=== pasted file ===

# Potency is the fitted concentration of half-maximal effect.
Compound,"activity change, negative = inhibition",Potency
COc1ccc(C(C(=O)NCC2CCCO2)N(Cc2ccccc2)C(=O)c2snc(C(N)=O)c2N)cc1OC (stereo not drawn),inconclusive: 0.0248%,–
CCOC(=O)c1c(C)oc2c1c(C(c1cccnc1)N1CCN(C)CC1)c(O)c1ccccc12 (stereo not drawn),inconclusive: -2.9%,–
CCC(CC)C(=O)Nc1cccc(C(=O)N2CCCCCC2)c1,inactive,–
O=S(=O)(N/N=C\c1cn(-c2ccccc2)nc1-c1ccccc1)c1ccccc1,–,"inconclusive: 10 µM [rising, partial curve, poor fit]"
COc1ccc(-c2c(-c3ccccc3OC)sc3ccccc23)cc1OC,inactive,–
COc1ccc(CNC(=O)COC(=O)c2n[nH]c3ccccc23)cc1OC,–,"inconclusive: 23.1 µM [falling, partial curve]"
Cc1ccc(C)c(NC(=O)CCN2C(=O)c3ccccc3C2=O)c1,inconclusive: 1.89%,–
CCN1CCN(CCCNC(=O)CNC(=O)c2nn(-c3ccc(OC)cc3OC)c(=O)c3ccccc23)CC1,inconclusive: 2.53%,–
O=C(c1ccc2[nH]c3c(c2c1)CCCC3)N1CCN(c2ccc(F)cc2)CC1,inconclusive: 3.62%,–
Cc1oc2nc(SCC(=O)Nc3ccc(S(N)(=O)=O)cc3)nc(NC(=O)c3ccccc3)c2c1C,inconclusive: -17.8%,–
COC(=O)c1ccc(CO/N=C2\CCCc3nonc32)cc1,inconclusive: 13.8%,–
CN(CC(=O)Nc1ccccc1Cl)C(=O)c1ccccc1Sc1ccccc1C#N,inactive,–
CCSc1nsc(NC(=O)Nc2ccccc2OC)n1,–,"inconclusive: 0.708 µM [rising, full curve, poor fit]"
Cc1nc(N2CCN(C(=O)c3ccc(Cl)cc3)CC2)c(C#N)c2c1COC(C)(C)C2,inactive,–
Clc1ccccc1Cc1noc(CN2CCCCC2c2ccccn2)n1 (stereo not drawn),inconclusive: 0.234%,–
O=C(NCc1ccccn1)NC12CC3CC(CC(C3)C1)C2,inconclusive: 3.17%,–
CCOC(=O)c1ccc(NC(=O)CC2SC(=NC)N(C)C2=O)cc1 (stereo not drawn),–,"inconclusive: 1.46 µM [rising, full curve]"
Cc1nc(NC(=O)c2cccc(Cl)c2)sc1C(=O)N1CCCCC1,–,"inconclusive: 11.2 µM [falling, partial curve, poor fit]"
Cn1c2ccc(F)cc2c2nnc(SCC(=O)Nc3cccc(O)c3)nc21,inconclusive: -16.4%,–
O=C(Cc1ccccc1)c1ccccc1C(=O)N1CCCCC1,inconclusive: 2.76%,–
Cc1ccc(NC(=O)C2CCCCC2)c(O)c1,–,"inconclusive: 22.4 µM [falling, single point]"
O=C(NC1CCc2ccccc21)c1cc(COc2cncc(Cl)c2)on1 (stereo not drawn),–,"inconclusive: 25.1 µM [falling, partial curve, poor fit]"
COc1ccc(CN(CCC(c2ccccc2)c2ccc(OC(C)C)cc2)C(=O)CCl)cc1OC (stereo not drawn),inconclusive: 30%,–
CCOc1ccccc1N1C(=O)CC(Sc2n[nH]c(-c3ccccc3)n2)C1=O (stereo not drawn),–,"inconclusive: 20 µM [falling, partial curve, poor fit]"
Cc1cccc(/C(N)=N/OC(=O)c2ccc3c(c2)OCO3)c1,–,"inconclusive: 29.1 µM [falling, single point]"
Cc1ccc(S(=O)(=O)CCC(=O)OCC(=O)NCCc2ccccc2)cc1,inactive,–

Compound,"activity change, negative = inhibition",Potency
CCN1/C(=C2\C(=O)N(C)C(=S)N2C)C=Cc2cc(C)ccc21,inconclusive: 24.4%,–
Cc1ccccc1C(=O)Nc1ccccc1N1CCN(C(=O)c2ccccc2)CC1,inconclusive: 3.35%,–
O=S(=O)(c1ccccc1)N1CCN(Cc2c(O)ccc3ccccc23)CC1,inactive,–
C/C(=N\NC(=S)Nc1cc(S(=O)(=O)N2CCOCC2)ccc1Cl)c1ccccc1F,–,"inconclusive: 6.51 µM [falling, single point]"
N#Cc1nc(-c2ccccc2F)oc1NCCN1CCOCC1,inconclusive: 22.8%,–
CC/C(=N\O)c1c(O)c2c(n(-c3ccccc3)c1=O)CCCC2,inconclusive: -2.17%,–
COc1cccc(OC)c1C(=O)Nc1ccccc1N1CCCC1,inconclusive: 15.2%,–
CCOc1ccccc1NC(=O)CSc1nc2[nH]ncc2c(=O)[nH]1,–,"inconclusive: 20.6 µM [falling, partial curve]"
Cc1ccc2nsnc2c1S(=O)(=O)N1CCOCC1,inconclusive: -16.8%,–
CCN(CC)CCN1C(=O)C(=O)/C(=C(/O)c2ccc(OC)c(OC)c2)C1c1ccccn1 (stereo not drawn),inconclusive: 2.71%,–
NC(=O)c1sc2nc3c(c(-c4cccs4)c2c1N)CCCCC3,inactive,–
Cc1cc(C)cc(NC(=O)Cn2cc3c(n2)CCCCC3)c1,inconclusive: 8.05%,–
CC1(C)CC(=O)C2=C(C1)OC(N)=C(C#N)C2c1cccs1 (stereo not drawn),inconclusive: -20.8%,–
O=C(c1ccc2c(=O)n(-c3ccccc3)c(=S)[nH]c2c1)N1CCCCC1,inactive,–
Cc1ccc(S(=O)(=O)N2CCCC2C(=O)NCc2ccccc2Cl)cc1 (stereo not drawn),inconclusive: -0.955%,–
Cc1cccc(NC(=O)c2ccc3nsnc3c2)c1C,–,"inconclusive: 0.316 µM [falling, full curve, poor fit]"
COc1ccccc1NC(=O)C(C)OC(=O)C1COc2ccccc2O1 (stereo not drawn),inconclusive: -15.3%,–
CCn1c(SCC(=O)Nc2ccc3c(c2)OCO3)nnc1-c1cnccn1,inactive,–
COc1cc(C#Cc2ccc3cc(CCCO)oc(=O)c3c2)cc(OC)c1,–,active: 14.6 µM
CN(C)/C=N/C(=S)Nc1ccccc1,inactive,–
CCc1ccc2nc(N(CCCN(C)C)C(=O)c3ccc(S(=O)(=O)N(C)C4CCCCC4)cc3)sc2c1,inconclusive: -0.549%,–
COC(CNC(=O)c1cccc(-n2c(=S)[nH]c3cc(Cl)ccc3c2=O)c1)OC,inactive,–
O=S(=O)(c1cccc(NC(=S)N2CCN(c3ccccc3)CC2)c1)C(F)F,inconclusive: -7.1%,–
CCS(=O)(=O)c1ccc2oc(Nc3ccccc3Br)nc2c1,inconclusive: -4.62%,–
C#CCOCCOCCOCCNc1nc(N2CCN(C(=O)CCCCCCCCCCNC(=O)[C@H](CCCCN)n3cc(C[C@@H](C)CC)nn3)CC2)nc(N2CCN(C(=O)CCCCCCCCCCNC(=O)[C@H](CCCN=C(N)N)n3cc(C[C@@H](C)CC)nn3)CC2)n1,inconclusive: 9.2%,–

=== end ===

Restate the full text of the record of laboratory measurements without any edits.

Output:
# Potency is the fitted concentration of half-maximal effect.
Compound,"activity change, negative = inhibition",Potency
COc1ccc(C(C(=O)NCC2CCCO2)N(Cc2ccccc2)C(=O)c2snc(C(N)=O)c2N)cc1OC (stereo not drawn),inconclusive: 0.0248%,–
CCOC(=O)c1c(C)oc2c1c(C(c1cccnc1)N1CCN(C)CC1)c(O)c1ccccc12 (stereo not drawn),inconclusive: -2.9%,–
CCC(CC)C(=O)Nc1cccc(C(=O)N2CCCCCC2)c1,inactive,–
O=S(=O)(N/N=C\c1cn(-c2ccccc2)nc1-c1ccccc1)c1ccccc1,–,"inconclusive: 10 µM [rising, partial curve, poor fit]"
COc1ccc(-c2c(-c3ccccc3OC)sc3ccccc23)cc1OC,inactive,–
COc1ccc(CNC(=O)COC(=O)c2n[nH]c3ccccc23)cc1OC,–,"inconclusive: 23.1 µM [falling, partial curve]"
Cc1ccc(C)c(NC(=O)CCN2C(=O)c3ccccc3C2=O)c1,inconclusive: 1.89%,–
CCN1CCN(CCCNC(=O)CNC(=O)c2nn(-c3ccc(OC)cc3OC)c(=O)c3ccccc23)CC1,inconclusive: 2.53%,–
O=C(c1ccc2[nH]c3c(c2c1)CCCC3)N1CCN(c2ccc(F)cc2)CC1,inconclusive: 3.62%,–
Cc1oc2nc(SCC(=O)Nc3ccc(S(N)(=O)=O)cc3)nc(NC(=O)c3ccccc3)c2c1C,inconclusive: -17.8%,–
COC(=O)c1ccc(CO/N=C2\CCCc3nonc32)cc1,inconclusive: 13.8%,–
CN(CC(=O)Nc1ccccc1Cl)C(=O)c1ccccc1Sc1ccccc1C#N,inactive,–
CCSc1nsc(NC(=O)Nc2ccccc2OC)n1,–,"inconclusive: 0.708 µM [rising, full curve, poor fit]"
Cc1nc(N2CCN(C(=O)c3ccc(Cl)cc3)CC2)c(C#N)c2c1COC(C)(C)C2,inactive,–
Clc1ccccc1Cc1noc(CN2CCCCC2c2ccccn2)n1 (stereo not drawn),inconclusive: 0.234%,–
O=C(NCc1ccccn1)NC12CC3CC(CC(C3)C1)C2,inconclusive: 3.17%,–
CCOC(=O)c1ccc(NC(=O)CC2SC(=NC)N(C)C2=O)cc1 (stereo not drawn),–,"inconclusive: 1.46 µM [rising, full curve]"
Cc1nc(NC(=O)c2cccc(Cl)c2)sc1C(=O)N1CCCCC1,–,"inconclusive: 11.2 µM [falling, partial curve, poor fit]"
Cn1c2ccc(F)cc2c2nnc(SCC(=O)Nc3cccc(O)c3)nc21,inconclusive: -16.4%,–
O=C(Cc1ccccc1)c1ccccc1C(=O)N1CCCCC1,inconclusive: 2.76%,–
Cc1ccc(NC(=O)C2CCCCC2)c(O)c1,–,"inconclusive: 22.4 µM [falling, single point]"
O=C(NC1CCc2ccccc21)c1cc(COc2cncc(Cl)c2)on1 (stereo not drawn),–,"inconclusive: 25.1 µM [falling, partial curve, poor fit]"
COc1ccc(CN(CCC(c2ccccc2)c2ccc(OC(C)C)cc2)C(=O)CCl)cc1OC (stereo not drawn),inconclusive: 30%,–
CCOc1ccccc1N1C(=O)CC(Sc2n[nH]c(-c3ccccc3)n2)C1=O (stereo not drawn),–,"inconclusive: 20 µM [falling, partial curve, poor fit]"
Cc1cccc(/C(N)=N/OC(=O)c2ccc3c(c2)OCO3)c1,–,"inconclusive: 29.1 µM [falling, single point]"
Cc1ccc(S(=O)(=O)CCC(=O)OCC(=O)NCCc2ccccc2)cc1,inactive,–

Compound,"activity change, negative = inhibition",Potency
CCN1/C(=C2\C(=O)N(C)C(=S)N2C)C=Cc2cc(C)ccc21,inconclusive: 24.4%,–
Cc1ccccc1C(=O)Nc1ccccc1N1CCN(C(=O)c2ccccc2)CC1,inconclusive: 3.35%,–
O=S(=O)(c1ccccc1)N1CCN(Cc2c(O)ccc3ccccc23)CC1,inactive,–
C/C(=N\NC(=S)Nc1cc(S(=O)(=O)N2CCOCC2)ccc1Cl)c1ccccc1F,–,"inconclusive: 6.51 µM [falling, single point]"
N#Cc1nc(-c2ccccc2F)oc1NCCN1CCOCC1,inconclusive: 22.8%,–
CC/C(=N\O)c1c(O)c2c(n(-c3ccccc3)c1=O)CCCC2,inconclusive: -2.17%,–
COc1cccc(OC)c1C(=O)Nc1ccccc1N1CCCC1,inconclusive: 15.2%,–
CCOc1ccccc1NC(=O)CSc1nc2[nH]ncc2c(=O)[nH]1,–,"inconclusive: 20.6 µM [falling, partial curve]"
Cc1ccc2nsnc2c1S(=O)(=O)N1CCOCC1,inconclusive: -16.8%,–
CCN(CC)CCN1C(=O)C(=O)/C(=C(/O)c2ccc(OC)c(OC)c2)C1c1ccccn1 (stereo not drawn),inconclusive: 2.71%,–
NC(=O)c1sc2nc3c(c(-c4cccs4)c2c1N)CCCCC3,inactive,–
Cc1cc(C)cc(NC(=O)Cn2cc3c(n2)CCCCC3)c1,inconclusive: 8.05%,–
CC1(C)CC(=O)C2=C(C1)OC(N)=C(C#N)C2c1cccs1 (stereo not drawn),inconclusive: -20.8%,–
O=C(c1ccc2c(=O)n(-c3ccccc3)c(=S)[nH]c2c1)N1CCCCC1,inactive,–
Cc1ccc(S(=O)(=O)N2CCCC2C(=O)NCc2ccccc2Cl)cc1 (stereo not drawn),inconclusive: -0.955%,–
Cc1cccc(NC(=O)c2ccc3nsnc3c2)c1C,–,"inconclusive: 0.316 µM [falling, full curve, poor fit]"
COc1ccccc1NC(=O)C(C)OC(=O)C1COc2ccccc2O1 (stereo not drawn),inconclusive: -15.3%,–
CCn1c(SCC(=O)Nc2ccc3c(c2)OCO3)nnc1-c1cnccn1,inactive,–
COc1cc(C#Cc2ccc3cc(CCCO)oc(=O)c3c2)cc(OC)c1,–,active: 14.6 µM
CN(C)/C=N/C(=S)Nc1ccccc1,inactive,–
CCc1ccc2nc(N(CCCN(C)C)C(=O)c3ccc(S(=O)(=O)N(C)C4CCCCC4)cc3)sc2c1,inconclusive: -0.549%,–
COC(CNC(=O)c1cccc(-n2c(=S)[nH]c3cc(Cl)ccc3c2=O)c1)OC,inactive,–
O=S(=O)(c1cccc(NC(=S)N2CCN(c3ccccc3)CC2)c1)C(F)F,inconclusive: -7.1%,–
CCS(=O)(=O)c1ccc2oc(Nc3ccccc3Br)nc2c1,inconclusive: -4.62%,–
C#CCOCCOCCOCCNc1nc(N2CCN(C(=O)CCCCCCCCCCNC(=O)[C@H](CCCCN)n3cc(C[C@@H](C)CC)nn3)CC2)nc(N2CCN(C(=O)CCCCCCCCCCNC(=O)[C@H](CCCN=C(N)N)n3cc(C[C@@H](C)CC)nn3)CC2)n1,inconclusive: 9.2%,–